Internist (not to be confused with intern -- not at all the same thing)
Specialist in internal medicine; looks at all internal organs (competent in cardiology, endochrinology, etc.).
They can diagnose problems with:
Allergy and immunology (treatment of immune system disorders)
Cardiology (treatment of heart disorders)
Endocrinology (treatment of hormonal disorders)
Gastroenterology (treatment of digestive system disorders)
Hematology (treatment of blood and bone marrow disorders)
Nephrology (treatment of kidney disorders)
Medical Oncology (treatment of cancer with medicine [e.g., chemotherapy])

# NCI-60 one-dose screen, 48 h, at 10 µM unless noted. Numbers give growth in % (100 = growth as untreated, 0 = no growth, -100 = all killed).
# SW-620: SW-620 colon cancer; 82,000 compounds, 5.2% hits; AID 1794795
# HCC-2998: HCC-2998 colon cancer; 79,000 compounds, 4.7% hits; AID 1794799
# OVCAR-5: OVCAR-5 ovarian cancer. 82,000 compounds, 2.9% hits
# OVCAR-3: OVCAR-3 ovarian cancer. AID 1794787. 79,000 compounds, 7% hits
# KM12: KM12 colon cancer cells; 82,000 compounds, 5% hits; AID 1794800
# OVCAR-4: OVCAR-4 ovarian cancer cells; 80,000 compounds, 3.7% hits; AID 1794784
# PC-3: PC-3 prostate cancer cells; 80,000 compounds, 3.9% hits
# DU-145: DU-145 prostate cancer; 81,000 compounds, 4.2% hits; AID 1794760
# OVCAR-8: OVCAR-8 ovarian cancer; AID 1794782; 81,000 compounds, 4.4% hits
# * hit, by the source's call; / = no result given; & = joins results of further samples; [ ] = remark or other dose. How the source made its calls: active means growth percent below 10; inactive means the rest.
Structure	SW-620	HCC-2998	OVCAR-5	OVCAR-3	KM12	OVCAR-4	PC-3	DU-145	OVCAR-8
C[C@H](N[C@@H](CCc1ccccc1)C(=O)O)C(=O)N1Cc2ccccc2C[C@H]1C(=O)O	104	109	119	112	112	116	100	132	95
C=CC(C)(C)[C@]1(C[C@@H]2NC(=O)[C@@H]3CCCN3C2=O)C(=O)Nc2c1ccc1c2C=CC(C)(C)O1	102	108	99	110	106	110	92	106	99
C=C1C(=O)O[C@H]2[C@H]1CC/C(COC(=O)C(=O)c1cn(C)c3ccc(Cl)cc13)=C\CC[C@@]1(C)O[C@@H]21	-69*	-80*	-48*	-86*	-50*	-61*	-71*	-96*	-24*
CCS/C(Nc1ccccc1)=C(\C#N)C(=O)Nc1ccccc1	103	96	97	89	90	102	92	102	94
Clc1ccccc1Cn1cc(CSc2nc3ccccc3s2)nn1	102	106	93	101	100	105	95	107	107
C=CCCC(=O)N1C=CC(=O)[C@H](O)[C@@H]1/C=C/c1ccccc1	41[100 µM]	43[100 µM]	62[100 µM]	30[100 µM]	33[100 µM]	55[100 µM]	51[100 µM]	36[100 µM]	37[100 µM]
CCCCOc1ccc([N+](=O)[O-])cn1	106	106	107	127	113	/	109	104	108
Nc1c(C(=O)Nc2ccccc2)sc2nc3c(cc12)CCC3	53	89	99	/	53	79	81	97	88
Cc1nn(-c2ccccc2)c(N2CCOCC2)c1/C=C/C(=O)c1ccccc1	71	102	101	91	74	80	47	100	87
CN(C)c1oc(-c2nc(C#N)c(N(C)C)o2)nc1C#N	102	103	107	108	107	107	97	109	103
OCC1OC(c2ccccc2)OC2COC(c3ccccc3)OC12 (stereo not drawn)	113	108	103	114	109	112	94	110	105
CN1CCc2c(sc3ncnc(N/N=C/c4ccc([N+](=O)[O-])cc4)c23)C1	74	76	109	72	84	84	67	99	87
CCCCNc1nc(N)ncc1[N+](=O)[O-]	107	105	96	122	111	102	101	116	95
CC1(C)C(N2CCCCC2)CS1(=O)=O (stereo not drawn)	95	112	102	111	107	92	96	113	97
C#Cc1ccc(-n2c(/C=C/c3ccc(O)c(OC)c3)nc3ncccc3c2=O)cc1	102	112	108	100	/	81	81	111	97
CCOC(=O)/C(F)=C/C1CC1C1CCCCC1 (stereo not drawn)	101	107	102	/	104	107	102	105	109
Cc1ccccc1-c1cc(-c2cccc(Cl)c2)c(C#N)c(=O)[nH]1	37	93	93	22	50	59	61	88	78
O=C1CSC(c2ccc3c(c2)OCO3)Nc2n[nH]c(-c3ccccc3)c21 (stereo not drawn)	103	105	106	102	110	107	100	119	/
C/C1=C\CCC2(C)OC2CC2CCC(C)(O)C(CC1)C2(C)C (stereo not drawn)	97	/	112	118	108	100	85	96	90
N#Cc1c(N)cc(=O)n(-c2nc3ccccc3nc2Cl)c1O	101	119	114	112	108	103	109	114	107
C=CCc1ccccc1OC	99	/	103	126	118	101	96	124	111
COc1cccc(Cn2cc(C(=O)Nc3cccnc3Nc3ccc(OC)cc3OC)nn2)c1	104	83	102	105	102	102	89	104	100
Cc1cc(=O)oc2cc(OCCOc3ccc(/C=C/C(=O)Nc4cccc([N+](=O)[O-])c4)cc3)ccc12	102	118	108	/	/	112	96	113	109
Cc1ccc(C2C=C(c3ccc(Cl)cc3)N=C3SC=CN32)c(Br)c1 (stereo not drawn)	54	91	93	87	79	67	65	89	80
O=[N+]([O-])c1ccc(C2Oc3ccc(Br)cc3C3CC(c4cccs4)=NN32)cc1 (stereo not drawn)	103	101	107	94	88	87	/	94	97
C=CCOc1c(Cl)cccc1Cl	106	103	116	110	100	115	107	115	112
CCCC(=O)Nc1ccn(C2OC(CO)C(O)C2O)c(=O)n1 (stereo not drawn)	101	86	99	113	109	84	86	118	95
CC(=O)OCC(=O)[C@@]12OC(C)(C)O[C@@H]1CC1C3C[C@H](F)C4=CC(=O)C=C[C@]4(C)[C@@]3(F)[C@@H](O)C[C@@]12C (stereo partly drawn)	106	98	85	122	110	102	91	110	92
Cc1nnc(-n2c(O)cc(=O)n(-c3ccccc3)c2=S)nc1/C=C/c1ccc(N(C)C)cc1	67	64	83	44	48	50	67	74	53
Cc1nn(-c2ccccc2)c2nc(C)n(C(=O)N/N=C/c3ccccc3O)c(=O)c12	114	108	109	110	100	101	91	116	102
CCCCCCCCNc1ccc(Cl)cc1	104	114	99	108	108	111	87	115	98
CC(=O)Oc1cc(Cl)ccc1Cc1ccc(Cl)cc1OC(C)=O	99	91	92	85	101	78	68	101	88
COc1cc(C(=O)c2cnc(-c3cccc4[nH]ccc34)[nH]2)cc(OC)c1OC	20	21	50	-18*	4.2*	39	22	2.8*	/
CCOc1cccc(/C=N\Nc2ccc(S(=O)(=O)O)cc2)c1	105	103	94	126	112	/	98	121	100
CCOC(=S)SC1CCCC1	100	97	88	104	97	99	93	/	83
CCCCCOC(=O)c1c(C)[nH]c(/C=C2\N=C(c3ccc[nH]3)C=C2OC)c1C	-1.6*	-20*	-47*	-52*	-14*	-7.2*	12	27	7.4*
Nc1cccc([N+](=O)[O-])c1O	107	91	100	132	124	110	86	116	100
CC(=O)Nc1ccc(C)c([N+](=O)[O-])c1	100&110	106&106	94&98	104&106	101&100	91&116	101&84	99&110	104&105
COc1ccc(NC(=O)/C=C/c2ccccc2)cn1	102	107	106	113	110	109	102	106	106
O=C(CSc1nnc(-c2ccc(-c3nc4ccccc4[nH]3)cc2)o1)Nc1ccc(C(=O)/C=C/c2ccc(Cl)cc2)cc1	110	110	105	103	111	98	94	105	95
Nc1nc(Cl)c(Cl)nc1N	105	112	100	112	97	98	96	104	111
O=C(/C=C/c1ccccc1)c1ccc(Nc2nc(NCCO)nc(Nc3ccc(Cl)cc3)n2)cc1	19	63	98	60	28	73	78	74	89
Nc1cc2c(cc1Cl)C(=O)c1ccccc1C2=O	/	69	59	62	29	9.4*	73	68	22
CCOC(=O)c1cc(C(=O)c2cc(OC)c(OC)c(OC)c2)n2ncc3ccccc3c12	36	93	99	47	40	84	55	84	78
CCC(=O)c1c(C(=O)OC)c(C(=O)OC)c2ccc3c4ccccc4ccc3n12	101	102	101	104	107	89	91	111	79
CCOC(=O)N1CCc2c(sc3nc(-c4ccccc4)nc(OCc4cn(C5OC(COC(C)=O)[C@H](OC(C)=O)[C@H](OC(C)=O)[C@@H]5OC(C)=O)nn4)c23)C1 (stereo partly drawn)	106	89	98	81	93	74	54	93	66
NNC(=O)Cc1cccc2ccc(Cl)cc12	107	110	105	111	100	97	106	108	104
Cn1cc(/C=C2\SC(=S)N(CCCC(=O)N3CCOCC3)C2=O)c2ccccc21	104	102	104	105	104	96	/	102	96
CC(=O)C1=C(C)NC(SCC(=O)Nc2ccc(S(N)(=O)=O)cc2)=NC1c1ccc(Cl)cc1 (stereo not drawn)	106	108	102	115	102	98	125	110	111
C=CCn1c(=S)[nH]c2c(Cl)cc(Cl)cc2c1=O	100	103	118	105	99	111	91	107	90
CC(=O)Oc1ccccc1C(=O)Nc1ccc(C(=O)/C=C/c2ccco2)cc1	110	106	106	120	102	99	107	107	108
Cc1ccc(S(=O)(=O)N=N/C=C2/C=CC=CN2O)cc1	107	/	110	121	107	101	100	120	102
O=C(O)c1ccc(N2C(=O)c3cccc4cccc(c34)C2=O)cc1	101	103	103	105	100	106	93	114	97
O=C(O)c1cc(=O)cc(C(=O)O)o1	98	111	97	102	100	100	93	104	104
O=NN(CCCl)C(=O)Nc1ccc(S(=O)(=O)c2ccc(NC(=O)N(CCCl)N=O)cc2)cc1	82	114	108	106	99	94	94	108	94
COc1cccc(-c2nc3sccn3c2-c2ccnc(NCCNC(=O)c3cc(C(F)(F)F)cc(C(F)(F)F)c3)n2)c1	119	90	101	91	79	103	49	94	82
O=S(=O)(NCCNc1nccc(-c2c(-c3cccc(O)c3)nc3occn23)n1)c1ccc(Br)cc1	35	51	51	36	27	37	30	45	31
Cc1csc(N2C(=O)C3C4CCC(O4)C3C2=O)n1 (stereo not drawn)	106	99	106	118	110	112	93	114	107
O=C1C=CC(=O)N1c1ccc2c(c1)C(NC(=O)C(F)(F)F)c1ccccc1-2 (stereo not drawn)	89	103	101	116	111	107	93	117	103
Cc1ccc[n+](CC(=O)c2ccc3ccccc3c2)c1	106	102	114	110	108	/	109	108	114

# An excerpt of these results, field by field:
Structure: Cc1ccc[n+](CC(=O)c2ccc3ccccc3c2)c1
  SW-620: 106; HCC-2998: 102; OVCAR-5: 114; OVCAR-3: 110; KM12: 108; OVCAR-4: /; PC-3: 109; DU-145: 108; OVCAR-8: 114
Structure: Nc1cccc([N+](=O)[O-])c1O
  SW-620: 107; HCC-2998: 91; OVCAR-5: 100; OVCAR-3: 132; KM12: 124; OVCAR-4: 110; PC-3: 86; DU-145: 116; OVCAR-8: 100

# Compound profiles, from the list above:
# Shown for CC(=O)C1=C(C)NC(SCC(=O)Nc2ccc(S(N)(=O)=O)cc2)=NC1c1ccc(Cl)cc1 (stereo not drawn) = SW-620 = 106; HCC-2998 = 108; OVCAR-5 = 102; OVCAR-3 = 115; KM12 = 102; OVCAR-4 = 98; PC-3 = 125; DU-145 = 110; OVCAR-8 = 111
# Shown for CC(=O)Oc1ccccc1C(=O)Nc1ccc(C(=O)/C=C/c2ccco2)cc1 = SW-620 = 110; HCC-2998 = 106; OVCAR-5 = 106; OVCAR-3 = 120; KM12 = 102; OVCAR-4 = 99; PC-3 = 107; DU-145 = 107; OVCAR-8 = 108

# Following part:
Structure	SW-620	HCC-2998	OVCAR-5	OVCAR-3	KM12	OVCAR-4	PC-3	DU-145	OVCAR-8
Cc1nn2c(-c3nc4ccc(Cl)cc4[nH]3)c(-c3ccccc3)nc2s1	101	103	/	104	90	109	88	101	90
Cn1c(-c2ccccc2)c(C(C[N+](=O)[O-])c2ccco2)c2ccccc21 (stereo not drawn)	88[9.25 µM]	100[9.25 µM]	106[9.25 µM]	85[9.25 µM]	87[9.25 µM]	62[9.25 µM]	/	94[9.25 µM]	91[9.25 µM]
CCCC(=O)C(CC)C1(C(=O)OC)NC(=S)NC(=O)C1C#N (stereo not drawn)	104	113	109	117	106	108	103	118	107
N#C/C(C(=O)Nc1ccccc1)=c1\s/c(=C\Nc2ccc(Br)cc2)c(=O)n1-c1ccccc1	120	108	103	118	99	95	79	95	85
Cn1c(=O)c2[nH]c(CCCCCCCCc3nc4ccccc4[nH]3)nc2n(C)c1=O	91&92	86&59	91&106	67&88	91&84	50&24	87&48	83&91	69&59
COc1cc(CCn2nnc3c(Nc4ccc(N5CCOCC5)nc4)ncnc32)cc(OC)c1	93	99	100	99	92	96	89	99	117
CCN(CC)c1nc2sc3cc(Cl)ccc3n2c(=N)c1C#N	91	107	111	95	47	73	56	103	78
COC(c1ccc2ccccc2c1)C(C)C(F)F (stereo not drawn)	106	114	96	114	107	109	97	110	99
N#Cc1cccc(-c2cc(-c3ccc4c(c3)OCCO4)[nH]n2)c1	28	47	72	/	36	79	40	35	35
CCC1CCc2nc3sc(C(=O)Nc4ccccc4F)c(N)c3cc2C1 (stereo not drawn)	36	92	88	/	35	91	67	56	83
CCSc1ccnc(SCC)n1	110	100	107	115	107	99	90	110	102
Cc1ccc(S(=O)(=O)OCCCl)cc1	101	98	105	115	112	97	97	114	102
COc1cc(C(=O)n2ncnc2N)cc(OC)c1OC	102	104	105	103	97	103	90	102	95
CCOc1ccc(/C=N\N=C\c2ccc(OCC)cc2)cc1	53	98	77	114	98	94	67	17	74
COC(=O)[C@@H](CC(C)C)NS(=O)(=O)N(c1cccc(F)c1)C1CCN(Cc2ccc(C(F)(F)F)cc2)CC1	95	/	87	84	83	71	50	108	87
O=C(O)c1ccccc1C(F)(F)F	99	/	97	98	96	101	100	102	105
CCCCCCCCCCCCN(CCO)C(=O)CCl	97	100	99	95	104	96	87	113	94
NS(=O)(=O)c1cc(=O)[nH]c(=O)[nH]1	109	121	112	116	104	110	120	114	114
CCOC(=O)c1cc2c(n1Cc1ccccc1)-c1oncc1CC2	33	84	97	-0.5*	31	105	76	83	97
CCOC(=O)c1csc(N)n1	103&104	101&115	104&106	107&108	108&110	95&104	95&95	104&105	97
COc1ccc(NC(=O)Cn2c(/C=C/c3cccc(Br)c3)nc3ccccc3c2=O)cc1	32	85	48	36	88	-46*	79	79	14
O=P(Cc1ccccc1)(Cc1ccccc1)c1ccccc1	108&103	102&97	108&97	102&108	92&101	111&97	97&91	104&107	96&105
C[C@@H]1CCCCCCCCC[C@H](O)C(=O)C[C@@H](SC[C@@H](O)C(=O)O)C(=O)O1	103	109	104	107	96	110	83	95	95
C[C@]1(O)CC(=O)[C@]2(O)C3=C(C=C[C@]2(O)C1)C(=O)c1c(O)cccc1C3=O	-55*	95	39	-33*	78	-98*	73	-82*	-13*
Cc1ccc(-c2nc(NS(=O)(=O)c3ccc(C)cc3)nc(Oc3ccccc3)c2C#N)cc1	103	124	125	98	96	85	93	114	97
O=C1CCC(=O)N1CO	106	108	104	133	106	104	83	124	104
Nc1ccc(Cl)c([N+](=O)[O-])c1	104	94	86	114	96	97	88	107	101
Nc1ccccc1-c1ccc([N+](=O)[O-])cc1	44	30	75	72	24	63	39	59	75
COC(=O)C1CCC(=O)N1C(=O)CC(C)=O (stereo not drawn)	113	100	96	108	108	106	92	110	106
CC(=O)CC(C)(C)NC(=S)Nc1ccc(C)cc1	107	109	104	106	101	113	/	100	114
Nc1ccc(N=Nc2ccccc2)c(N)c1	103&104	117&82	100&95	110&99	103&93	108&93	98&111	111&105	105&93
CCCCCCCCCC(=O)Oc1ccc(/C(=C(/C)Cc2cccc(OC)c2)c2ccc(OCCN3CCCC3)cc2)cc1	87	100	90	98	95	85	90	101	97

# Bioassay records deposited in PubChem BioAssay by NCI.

Pulmonology (treatment of lung disorders)
Rheumatology (treatment of musculoskeletal disorders)
Not all internist do ALL of the above, but they will do most.
They keep studying, on average, 4 years AFTER becoming MD and some will even spend another year or two specializing even more in one or two things on the list.
They can diagnose the problem but they usually don't operate, they leave that to an appropriate specialist surgeon, once they have identified the problem.